Our CTO, Avi Kivity, made the case for async at the Core C++ 2019 event. The bottom line is this; in modern multicore, multi-CPU devices, the CPU itself is now basically a network, the intercommunication between all the CPUs is another network, and calls to disk I/O are effectively another. There are good reasons why network programming is done asynchronously, and you should consider that for your own application development too.
It fundamentally changes the way Linux applications are to be designed: Instead of a flow of code that issues syscalls when needed, that have to think about whether or not a file is ready, they naturally become an event-loop that constantly add things to a shared buffer, deals with the previous entries that completed, rinse, repeat.
So, what does that look like? The code block below is an example on how to dispatch an entire array of reads to multiple file descriptors at once down the io_uring interface:
At a later time, in an event-loop manner, we can check which reads are ready and process them. The best part of it is that due to its shared-memory interface, no system calls are needed to consume those events. The user just has to be careful to tell the io_uring interface that the events were consumed.
This simplified example works for reads only, but it is easy to see how we can batch all kinds of operations together through this unified interface. A queue pattern also goes very well with it: you can just queue operations at one end, dispatch, and consume what’s ready at the other end.
Aside from the consistency and extensibility of the interface, io_uring offers a plethora of advanced features for specialized use cases. Here are some of them:
- File registration: every time an operation is issued for a file descriptor, the kernel has to spend cycles mapping the file descriptor to its internal representation. For repeated operations over the same file, io_uring allows you to pre-register those files and save on the lookup.
- Buffer registration: analogous to file registration, the kernel has to map and unmap memory areas for Direct I/O. io_uring allows those areas to be pre-registered if the buffers can be reused.
- Poll ring: for very fast devices, the cost of processing interrupts is substantial. io_uring allows the user to turn off those interrupts and consume all available events through polling.
- Linked operations: allows the user to send two operations that are dependent on each other. They are dispatched at the same time, but the second operation only starts when the first one returns.
And as with other areas of the interface, new features are also being added quickly.
As we said, the io_uring interface is largely driven by the needs of modern hardware. So we would expect some performance gains. Are they here?
For users of linux-aio, like ScyllaDB, the gains are expected to be few, focused in some particular workloads and come mostly from the advanced features like buffer and file registration and the poll ring. This is because io_uring and linux-aio are not that different as we hope to have made clear in this article: io_uring is first and foremost bringing all the nice features of linux-aio to the masses.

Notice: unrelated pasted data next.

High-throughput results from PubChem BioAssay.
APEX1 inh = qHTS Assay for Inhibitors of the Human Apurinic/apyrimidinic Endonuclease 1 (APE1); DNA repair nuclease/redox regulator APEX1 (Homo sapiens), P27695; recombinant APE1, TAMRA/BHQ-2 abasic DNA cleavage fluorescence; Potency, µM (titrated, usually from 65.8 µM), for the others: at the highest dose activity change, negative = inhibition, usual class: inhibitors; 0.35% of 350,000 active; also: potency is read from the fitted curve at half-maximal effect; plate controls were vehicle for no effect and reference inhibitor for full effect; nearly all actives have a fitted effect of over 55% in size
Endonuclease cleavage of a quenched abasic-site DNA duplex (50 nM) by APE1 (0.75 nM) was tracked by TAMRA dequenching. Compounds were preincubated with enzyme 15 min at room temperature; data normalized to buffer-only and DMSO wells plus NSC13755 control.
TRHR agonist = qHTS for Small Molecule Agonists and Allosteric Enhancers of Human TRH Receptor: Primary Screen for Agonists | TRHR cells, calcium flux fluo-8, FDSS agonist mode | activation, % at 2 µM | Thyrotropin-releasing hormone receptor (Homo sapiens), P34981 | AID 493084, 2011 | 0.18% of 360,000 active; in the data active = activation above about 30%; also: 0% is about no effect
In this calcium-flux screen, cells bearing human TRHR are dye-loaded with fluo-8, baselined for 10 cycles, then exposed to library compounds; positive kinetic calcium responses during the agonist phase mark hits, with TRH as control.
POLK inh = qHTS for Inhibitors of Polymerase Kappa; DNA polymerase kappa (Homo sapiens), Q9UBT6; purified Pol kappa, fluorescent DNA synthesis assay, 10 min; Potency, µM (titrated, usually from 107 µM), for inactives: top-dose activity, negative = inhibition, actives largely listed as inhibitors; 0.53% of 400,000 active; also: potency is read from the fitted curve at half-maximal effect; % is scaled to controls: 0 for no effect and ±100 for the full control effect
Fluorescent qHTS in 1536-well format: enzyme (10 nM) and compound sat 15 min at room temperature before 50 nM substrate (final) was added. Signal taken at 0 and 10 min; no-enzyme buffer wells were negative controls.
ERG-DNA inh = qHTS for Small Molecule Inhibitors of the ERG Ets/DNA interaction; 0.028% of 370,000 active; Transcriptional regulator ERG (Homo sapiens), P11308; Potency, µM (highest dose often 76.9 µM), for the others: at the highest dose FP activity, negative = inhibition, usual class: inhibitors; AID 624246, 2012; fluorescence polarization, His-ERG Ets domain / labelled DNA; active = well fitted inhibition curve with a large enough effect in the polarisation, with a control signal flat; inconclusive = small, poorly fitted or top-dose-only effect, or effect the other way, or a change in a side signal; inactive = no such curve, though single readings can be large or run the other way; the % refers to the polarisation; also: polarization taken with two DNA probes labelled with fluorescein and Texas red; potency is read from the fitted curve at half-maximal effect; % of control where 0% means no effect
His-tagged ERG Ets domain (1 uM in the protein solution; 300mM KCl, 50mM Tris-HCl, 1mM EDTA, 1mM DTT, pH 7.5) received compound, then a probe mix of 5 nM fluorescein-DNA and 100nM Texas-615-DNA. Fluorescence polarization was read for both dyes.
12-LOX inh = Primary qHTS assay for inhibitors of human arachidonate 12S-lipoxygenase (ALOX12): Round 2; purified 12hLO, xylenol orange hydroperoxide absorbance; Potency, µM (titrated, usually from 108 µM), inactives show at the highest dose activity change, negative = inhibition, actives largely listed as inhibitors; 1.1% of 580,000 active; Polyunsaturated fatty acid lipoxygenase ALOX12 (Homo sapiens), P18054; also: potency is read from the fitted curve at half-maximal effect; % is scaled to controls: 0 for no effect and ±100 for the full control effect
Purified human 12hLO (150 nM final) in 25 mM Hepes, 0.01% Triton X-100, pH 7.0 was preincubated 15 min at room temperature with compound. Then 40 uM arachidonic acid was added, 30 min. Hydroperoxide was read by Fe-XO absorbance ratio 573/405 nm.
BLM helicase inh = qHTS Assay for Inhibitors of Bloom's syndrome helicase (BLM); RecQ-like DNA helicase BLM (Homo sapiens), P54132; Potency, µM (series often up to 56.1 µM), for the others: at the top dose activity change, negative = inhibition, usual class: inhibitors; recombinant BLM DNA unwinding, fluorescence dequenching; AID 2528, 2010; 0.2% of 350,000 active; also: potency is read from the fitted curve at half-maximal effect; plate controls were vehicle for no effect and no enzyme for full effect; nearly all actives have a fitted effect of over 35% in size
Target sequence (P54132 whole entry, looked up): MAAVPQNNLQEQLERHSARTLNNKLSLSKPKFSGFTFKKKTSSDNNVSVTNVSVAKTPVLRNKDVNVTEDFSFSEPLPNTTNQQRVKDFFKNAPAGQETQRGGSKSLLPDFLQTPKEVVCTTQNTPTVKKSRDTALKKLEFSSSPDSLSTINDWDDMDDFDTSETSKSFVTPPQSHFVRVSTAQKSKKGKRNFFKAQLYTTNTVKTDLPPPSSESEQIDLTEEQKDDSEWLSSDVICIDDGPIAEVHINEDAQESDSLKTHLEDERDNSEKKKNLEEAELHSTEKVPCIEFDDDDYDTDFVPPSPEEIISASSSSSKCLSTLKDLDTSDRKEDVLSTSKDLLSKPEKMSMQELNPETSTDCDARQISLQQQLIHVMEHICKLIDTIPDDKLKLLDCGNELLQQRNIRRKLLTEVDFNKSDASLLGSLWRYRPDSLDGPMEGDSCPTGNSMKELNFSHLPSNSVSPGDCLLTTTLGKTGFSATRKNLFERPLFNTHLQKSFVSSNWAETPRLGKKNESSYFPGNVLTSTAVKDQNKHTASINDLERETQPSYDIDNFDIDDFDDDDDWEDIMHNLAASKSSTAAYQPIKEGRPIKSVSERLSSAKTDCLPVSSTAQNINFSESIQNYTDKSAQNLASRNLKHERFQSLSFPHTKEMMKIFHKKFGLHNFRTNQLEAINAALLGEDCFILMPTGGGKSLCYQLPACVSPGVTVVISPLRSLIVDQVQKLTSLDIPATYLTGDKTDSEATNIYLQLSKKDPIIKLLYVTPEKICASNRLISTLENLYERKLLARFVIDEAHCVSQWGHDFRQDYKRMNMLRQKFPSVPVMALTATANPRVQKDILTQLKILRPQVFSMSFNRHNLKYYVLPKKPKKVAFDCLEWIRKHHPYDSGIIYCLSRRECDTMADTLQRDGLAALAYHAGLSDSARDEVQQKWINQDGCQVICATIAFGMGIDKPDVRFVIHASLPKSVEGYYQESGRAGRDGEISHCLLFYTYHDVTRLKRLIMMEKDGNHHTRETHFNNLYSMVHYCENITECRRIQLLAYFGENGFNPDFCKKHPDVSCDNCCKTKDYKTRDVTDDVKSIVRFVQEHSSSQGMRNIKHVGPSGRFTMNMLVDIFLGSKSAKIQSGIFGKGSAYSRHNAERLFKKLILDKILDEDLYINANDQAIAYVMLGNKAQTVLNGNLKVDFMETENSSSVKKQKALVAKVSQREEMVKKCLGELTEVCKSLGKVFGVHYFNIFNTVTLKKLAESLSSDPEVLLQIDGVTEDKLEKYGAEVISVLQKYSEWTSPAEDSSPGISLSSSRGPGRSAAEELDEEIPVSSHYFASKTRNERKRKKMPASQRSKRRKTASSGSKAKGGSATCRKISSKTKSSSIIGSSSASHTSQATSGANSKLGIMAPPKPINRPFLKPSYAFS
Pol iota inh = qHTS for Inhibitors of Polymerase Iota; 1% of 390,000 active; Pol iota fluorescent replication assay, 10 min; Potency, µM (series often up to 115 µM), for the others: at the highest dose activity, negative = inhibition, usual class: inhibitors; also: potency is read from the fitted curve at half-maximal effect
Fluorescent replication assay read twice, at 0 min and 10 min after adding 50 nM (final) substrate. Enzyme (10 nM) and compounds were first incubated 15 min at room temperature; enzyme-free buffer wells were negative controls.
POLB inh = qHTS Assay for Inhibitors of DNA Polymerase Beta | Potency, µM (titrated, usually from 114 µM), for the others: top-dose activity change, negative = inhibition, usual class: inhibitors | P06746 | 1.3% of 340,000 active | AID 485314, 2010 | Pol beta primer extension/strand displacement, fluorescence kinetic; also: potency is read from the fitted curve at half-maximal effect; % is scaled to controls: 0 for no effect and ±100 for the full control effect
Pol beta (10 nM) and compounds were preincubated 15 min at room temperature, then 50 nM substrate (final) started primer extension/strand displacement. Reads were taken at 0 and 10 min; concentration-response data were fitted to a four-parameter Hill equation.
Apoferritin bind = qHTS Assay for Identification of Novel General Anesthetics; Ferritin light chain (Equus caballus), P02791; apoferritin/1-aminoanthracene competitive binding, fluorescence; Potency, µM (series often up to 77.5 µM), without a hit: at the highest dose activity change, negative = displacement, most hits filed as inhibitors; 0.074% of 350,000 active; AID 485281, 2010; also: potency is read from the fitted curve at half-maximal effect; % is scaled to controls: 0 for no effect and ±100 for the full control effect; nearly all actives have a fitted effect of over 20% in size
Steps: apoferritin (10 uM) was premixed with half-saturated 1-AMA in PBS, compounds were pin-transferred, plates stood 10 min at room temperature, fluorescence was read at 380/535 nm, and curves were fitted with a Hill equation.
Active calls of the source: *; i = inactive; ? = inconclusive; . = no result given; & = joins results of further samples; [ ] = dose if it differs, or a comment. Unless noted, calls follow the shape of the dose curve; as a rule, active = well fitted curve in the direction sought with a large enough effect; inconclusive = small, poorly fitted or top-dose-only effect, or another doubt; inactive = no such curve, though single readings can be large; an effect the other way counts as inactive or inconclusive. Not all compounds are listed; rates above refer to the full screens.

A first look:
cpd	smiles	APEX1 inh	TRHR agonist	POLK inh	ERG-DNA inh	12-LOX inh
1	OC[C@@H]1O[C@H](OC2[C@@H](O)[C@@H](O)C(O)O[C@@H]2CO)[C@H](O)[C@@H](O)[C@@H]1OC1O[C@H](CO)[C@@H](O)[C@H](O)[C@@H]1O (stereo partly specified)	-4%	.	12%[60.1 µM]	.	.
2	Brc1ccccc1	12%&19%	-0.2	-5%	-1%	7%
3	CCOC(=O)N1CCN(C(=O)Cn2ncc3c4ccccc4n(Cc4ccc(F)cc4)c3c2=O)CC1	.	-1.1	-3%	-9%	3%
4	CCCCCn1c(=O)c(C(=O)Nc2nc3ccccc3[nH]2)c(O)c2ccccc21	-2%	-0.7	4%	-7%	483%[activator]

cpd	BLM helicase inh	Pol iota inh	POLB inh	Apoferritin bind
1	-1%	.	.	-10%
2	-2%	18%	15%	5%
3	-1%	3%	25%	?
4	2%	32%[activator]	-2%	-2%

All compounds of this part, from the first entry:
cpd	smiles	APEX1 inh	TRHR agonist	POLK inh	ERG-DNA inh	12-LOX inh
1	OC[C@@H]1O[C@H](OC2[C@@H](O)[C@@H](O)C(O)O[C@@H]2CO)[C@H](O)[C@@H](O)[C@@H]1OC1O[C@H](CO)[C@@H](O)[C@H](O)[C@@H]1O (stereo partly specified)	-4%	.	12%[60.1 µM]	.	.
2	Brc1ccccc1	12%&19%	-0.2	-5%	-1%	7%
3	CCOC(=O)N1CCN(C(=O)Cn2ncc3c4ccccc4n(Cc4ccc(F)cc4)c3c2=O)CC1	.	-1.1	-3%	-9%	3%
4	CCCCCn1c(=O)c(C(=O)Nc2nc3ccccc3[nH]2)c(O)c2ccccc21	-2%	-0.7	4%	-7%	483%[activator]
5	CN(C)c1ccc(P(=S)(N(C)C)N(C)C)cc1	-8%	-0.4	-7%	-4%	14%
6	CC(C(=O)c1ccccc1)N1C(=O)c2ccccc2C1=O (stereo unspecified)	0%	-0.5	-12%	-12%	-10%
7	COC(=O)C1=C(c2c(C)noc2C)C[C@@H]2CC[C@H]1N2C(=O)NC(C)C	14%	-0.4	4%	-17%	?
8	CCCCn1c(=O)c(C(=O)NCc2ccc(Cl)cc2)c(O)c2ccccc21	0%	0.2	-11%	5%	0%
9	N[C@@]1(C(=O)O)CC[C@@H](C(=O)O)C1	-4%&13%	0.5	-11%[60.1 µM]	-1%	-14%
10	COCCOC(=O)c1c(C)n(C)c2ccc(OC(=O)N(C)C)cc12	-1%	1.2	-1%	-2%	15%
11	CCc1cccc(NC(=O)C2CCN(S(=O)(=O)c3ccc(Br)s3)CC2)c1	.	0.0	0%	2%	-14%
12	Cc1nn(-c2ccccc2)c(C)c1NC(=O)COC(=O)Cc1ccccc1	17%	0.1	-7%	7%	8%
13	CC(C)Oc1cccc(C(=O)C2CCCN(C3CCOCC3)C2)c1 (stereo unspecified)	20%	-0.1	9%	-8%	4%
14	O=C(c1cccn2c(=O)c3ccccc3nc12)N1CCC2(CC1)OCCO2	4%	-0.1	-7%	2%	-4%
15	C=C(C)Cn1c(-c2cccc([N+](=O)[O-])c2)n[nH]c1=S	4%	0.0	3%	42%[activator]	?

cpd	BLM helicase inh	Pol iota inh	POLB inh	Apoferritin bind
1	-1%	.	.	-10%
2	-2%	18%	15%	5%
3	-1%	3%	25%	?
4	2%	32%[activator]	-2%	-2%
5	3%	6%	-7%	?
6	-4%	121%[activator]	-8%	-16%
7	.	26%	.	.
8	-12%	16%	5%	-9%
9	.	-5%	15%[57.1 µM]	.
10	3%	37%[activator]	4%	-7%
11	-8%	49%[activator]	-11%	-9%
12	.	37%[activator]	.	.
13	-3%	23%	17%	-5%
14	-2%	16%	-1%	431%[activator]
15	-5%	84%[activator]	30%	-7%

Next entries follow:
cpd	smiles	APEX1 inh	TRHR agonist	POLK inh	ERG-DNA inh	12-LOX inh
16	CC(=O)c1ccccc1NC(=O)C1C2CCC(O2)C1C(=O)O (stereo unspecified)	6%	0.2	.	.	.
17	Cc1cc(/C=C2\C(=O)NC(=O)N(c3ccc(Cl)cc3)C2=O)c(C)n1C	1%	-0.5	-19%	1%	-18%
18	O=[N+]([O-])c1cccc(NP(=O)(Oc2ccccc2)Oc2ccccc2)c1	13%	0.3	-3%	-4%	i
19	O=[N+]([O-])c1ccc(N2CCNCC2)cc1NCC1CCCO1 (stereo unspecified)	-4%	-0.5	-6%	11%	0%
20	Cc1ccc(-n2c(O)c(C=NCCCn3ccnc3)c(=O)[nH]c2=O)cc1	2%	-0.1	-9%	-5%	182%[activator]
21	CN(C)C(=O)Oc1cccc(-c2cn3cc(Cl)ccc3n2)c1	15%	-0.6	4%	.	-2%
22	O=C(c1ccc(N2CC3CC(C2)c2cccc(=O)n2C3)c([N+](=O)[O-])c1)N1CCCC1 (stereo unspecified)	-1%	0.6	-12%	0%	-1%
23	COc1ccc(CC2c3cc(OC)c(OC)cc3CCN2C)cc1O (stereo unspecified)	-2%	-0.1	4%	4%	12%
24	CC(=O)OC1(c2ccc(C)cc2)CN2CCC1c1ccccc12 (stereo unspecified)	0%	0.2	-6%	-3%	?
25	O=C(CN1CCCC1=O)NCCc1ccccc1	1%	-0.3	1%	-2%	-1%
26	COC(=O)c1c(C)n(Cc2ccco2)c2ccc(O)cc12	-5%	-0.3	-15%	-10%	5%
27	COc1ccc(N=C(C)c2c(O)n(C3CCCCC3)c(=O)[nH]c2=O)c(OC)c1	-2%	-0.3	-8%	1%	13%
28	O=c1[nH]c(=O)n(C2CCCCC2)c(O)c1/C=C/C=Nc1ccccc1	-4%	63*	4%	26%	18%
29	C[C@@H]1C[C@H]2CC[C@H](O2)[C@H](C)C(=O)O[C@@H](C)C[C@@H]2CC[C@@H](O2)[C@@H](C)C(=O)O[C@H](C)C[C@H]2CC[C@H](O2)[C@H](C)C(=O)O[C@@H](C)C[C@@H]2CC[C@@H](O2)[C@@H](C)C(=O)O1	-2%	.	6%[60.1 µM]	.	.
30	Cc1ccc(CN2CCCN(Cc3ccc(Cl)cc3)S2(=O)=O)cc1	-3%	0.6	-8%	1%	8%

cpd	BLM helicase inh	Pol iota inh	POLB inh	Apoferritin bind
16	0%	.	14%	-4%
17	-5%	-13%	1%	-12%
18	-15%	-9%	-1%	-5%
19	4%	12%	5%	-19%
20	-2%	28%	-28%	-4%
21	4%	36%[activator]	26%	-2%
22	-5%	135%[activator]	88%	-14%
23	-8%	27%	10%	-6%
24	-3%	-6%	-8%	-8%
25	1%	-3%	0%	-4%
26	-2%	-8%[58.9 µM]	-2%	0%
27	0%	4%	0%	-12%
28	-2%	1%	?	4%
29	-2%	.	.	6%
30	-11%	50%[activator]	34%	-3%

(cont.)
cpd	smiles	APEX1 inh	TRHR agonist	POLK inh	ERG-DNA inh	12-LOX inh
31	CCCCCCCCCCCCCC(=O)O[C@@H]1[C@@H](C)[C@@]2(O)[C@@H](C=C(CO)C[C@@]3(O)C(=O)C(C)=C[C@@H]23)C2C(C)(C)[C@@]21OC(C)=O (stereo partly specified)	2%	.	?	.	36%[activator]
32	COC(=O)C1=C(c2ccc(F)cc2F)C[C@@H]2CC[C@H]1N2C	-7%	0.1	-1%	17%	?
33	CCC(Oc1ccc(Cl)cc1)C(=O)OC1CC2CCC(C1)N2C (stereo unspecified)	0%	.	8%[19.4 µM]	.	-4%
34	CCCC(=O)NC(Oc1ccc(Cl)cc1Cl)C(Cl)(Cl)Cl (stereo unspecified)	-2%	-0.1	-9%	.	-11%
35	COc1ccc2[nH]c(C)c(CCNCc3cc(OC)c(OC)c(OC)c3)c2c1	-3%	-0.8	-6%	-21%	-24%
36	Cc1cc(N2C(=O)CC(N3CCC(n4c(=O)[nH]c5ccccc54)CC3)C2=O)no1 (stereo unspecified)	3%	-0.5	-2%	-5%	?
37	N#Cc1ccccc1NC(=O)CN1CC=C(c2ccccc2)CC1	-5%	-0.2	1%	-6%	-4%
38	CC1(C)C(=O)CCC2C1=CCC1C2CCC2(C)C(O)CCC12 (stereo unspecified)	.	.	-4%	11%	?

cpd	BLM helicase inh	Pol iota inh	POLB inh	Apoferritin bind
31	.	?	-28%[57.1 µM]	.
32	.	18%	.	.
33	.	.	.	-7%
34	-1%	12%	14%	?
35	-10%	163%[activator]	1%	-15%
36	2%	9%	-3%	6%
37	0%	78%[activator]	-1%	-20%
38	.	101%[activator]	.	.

We have used the well-known fio utility to evaluate 4 different interfaces: synchronous reads, posix-aio (which is implemented as a thread pool), linux-aio and io_uring. In the first test, we want all reads to hit the storage, and not use the operating system page cache at all. We then ran the tests with the Direct I/O flags, which should be the bread and butter for linux-aio. The test is conducted on NVMe storage that should be able to read at 3.5M IOPS. We used 8 CPUs to run 72 fio jobs, each issuing random reads across four files with an iodepth of 8. This makes sure that the CPUs run at saturation for all backends and will be the limiting factor in the benchmark. This allows us to see the behavior of each interface at saturation. Note that with enough CPUs all interfaces would be able to at some point achieve the full disk bandwidth. Such a test wouldn’t tell us much.
|backend||IOPS||context switches||IOPS ±% vs io_uring|
|posix-aio (thread pool)||433,000||64,112,335||-69.4%|
Table 1: performance comparison of 1kB random reads at 100% CPU utilization using Direct I/O, where data is never cached: synchronous reads, posix-aio (uses a thread pool), linux-aio, and the basic io_uring as well as io_uring using its advanced features.
We can see that as we expect, io_uring is a bit faster than linux-aio, but nothing revolutionary. Using advanced features like buffer and file registration (io_uring enhanced) gives us an extra boost, which is nice, but nothing that justifies changing your entire application, unless you are a database trying to squeeze out every operation the hardware can give. Both io_uring and linux-aio are around twice as fast as the synchronous read interface, which in turn is twice as fast as the thread pool approach employed by posix-aio, which is surprisingly at first.